Checks and bal­ances in place

With no bar­ri­ers to en­try, the auctioneering in­dus­try is ex­tremely com­pet­i­tive

Finweek English Edition - - Focus On -

AUC­TION­EER Belinda Bezuiden­hout, who co-owns and runs Auc­tion Op­er­a­tions, says hold­ing an auc­tion is like plan­ning a wed­ding. “There’s a wealth of ac­tiv­ity go­ing on be­hind the scenes and the pres­sure is im­mense down to the finest de­tail. For ex­am­ple, at a car auc­tion even the ve­hi­cles have to be ap­peal­ingly dis­played. You can’t have a row of white bakkies.

“It’s like get­ting mar­ried 10 times a month, with our ul­ti­mate goal be­ing to main­tain a fine bal­ance be­tween achiev­ing a fair price for the sell­ers – be­ing the banks and in­sur­ers – and en­sur­ing the buy­ing pub­lic gets a good deal. The stock we sell – ve­hi­cles, of­fice fur­ni­ture and any­thing else – must be of a good qual­ity.”

With no bar­ri­ers to en­try, Bezuiden­hout says the auctioneering in­dus­try is ex­tremely com­pet­i­tive and some bad prac­tices have made it some­what tainted over the years. “That’s why buy­ers and sell­ers must make sure they’re deal­ing with rep­utable play­ers. A good auc­tion­eer would ideally be trad­ing as a Pty Ltd com­pany with ex­ter­nal au­di­tors, would be a mem­ber of the South African In­sti­tute of Auc­tion­eers (Saia), which pre­scribes mem­bers must have fi­delity cover that pro­tects buy­ers and must de­posit sale pro­ceeds into a sep­a­rate trust ac­count.

“For auc­tion­eers in the fixed prop­erty mar­ket they would be a mem­ber of the Es­tate Agency Af­fairs Board. The auc­tion­eer should also be com­pre­hen­sively in­sured for risks, such as stock in tran­sit, theft, fire and pub­lic li­a­bil­ity. With up to 300 peo­ple at an auc­tion and sell­ing more than 1 000 ve­hi­cles/ month any­thing can hap­pen.”

Be­cause there are few pro­tec­tions avail­able to the pub­lic, Bezuiden­hout ad­vises buy­ers to fol­low some cau­tion­ary steps. “Ideally, al­ways deal with a Saia mem­ber, as any un­ac­cept­able prac­tices can then be re­ported and in­ves­ti­gated by that body. And try to deal with the big­ger rep­utable houses. When buy­ing ve­hi­cles, the buyer must at­tend the day be­fore preview and fully in­spect the car and talk to the floor as­sis­tants, who are there to help and ed­u­cate them. The qual­ity auc­tion houses will also in­di­cate if cer­tain as­sets have a prob­lem – for ex­am­ple, if there’s a gear­box is­sue. But it’s im­pos­si­ble for them to know ev­ery sin­gle prob­lem on each ve­hi­cle.”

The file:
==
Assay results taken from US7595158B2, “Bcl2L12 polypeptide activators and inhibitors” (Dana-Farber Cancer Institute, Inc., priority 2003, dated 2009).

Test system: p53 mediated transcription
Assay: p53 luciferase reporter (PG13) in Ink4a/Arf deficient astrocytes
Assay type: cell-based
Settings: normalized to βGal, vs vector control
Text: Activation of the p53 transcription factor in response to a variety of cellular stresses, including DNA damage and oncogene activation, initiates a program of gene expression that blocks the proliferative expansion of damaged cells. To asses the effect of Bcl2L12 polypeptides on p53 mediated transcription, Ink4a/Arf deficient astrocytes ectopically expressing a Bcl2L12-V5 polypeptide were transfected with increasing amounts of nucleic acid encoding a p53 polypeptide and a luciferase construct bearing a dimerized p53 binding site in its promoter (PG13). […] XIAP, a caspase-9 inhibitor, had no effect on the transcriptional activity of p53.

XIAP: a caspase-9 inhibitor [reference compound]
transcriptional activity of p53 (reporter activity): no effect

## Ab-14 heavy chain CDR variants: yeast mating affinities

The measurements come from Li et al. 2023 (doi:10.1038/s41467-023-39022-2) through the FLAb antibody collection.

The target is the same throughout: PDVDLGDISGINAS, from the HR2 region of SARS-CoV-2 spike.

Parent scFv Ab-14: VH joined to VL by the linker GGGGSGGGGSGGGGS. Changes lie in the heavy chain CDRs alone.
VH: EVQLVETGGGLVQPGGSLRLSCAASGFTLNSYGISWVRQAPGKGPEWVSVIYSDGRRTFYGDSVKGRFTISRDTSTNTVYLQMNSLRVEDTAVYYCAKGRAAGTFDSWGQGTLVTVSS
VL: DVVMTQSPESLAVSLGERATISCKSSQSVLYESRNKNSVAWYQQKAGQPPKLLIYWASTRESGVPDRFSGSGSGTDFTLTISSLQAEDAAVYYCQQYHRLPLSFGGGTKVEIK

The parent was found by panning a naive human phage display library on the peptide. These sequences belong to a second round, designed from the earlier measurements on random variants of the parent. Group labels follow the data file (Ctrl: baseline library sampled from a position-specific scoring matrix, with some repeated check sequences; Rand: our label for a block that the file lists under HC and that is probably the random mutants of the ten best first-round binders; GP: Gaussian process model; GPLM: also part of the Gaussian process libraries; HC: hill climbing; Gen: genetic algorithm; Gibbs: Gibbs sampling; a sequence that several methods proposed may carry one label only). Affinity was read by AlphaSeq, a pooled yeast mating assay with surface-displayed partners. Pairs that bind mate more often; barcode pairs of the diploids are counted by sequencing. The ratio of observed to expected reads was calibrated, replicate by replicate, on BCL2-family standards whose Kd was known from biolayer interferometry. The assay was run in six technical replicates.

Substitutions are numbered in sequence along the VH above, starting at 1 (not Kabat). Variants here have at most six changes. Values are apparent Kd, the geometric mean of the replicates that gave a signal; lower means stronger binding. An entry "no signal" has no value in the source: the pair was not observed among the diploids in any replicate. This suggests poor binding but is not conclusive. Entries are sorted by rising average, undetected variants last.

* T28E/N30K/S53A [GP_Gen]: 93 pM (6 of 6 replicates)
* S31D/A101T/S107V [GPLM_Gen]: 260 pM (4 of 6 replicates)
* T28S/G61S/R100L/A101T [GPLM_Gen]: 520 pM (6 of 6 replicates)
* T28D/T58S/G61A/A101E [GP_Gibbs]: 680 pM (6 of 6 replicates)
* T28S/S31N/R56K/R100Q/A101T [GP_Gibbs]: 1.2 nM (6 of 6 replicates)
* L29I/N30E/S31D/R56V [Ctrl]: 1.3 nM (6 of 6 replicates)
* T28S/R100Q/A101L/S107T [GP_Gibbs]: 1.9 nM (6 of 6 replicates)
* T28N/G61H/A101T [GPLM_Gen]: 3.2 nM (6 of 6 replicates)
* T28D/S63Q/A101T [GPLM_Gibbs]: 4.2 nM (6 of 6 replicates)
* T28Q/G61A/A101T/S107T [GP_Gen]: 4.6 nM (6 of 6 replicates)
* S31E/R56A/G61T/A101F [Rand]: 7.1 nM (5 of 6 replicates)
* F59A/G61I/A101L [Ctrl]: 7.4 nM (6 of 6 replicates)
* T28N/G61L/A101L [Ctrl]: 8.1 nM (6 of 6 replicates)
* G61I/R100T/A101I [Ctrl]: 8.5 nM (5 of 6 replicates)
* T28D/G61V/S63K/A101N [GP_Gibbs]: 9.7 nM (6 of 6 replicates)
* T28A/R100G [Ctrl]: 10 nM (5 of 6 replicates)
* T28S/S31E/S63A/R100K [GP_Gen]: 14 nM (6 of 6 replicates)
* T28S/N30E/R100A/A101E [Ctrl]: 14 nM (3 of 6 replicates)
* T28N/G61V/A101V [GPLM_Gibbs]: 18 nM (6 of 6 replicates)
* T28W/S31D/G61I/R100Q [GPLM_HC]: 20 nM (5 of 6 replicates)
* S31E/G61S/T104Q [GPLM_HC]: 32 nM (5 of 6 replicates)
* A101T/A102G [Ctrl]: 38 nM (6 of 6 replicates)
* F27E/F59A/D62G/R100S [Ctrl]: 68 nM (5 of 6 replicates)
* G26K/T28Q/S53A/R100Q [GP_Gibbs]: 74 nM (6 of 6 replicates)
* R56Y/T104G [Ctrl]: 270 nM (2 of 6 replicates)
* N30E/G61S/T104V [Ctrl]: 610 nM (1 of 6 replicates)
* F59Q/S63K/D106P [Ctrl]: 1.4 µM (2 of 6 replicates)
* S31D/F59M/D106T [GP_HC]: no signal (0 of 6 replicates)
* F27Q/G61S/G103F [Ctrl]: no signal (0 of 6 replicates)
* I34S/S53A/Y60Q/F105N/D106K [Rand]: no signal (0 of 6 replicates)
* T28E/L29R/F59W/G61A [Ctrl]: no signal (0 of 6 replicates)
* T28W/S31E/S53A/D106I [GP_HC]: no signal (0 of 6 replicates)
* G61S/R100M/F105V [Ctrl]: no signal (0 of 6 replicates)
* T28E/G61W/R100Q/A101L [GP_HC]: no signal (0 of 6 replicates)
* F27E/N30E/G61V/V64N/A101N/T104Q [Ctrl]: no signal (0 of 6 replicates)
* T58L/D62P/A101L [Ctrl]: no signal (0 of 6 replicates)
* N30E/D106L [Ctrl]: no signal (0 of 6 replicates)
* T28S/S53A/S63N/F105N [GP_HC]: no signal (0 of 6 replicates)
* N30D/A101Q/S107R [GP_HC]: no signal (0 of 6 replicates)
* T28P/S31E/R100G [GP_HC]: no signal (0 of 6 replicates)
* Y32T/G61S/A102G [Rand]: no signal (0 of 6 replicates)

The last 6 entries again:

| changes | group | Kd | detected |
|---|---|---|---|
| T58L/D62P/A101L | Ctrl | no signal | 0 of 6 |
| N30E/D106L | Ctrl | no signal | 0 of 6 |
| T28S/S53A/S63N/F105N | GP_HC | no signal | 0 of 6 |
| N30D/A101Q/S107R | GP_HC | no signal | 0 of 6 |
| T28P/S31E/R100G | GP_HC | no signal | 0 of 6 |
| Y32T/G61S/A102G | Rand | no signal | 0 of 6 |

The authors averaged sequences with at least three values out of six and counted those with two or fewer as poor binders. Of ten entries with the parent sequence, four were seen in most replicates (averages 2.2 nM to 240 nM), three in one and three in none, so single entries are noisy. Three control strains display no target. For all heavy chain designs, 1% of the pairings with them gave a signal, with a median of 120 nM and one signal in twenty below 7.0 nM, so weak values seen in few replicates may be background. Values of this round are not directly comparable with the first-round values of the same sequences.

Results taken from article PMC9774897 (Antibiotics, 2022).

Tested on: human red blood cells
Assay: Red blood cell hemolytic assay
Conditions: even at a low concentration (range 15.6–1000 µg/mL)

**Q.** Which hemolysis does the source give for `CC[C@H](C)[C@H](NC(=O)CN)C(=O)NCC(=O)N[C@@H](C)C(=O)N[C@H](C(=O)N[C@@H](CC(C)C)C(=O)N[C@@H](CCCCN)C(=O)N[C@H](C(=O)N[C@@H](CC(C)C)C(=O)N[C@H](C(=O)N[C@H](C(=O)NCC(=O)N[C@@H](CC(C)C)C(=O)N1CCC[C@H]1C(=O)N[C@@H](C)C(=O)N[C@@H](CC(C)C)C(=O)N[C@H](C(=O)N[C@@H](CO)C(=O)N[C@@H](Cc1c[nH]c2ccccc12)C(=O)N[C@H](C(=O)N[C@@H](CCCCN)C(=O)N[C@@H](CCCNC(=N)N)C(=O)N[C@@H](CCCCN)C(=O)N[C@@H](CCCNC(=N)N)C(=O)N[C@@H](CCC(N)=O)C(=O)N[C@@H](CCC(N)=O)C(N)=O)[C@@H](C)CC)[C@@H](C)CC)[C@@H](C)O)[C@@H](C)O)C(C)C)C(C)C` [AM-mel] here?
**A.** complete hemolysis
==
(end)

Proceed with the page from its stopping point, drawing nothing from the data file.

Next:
Bezuiden­hout cau­tions buy­ers to al­ways read the con­di­tions of sale and de­ter­mine whether the de­posit is re­fund­able: some aren’t and there can be var­i­ous con­di­tions at­tached. “And al­ways re­mem­ber that auc­tions work on the ‘voet­stoets’ prin­ci­ple, where you re­ally don’t have re­course for what you’ve bought. On the day be guided by com­mon­sense and don’t get car­ried away by emo­tion and the at­mos­phere. Stick to your lim­its and your plan oth­er­wise you could end up over­pay­ing.”

Bezuiden­hout says buy­ing at an auc­tion can be like gam­bling. “Peo­ple get caught up by the mood and over­step their lim­its. If a buyer’s bid is ac­cepted and it tran­spires he doesn’t have the funds his de­posit may not be re­fund­able and he may even be charged for that item hav­ing to be re-ad­ver­tised at a sub­se­quent sale.”

Any pro­fes­sional auc­tion­eer will have nu­mer­ous checks, bal­ances, con­trols and sys­tems in place. Bezuiden­hout says as a mat­ter of course auc­tions should be au­dio recorded so dis­putes can be re­solved through play­backs. “Gen­er­ally, the auc­tion process is ex­tremely trans­par­ent and is pre­ferred to a ten­der sys­tem. Buy­ers are of­ten sus­pi­cious of tenders, as all bids hap­pen be­hind closed doors and the sys­tem can frus­trate them as they lose out be­cause of a very small amount in ten­der price dif­fer­ences. Auc­tions al­low you to see what oth­ers are of­fer­ing and the bid price can be in­creased ac­cord­ingly.”

Bezuiden­hout says be­cause the com­mis­sion struc­ture of auc­tion­eers is sim­i­lar across the board, a good auc­tion­eer will dis­tin­guish him/her­self through his/her re­la­tion­ships, in­tegrity, per­sonal de­liv­ery and ac­ces­si­bil­ity.

Buy­ing at an auc­tion can be like gam­bling

Belinda Bezuiden­hout

Buy­ers and sell­ers must make sure they’re

deal­ing with rep­utable play­ers.

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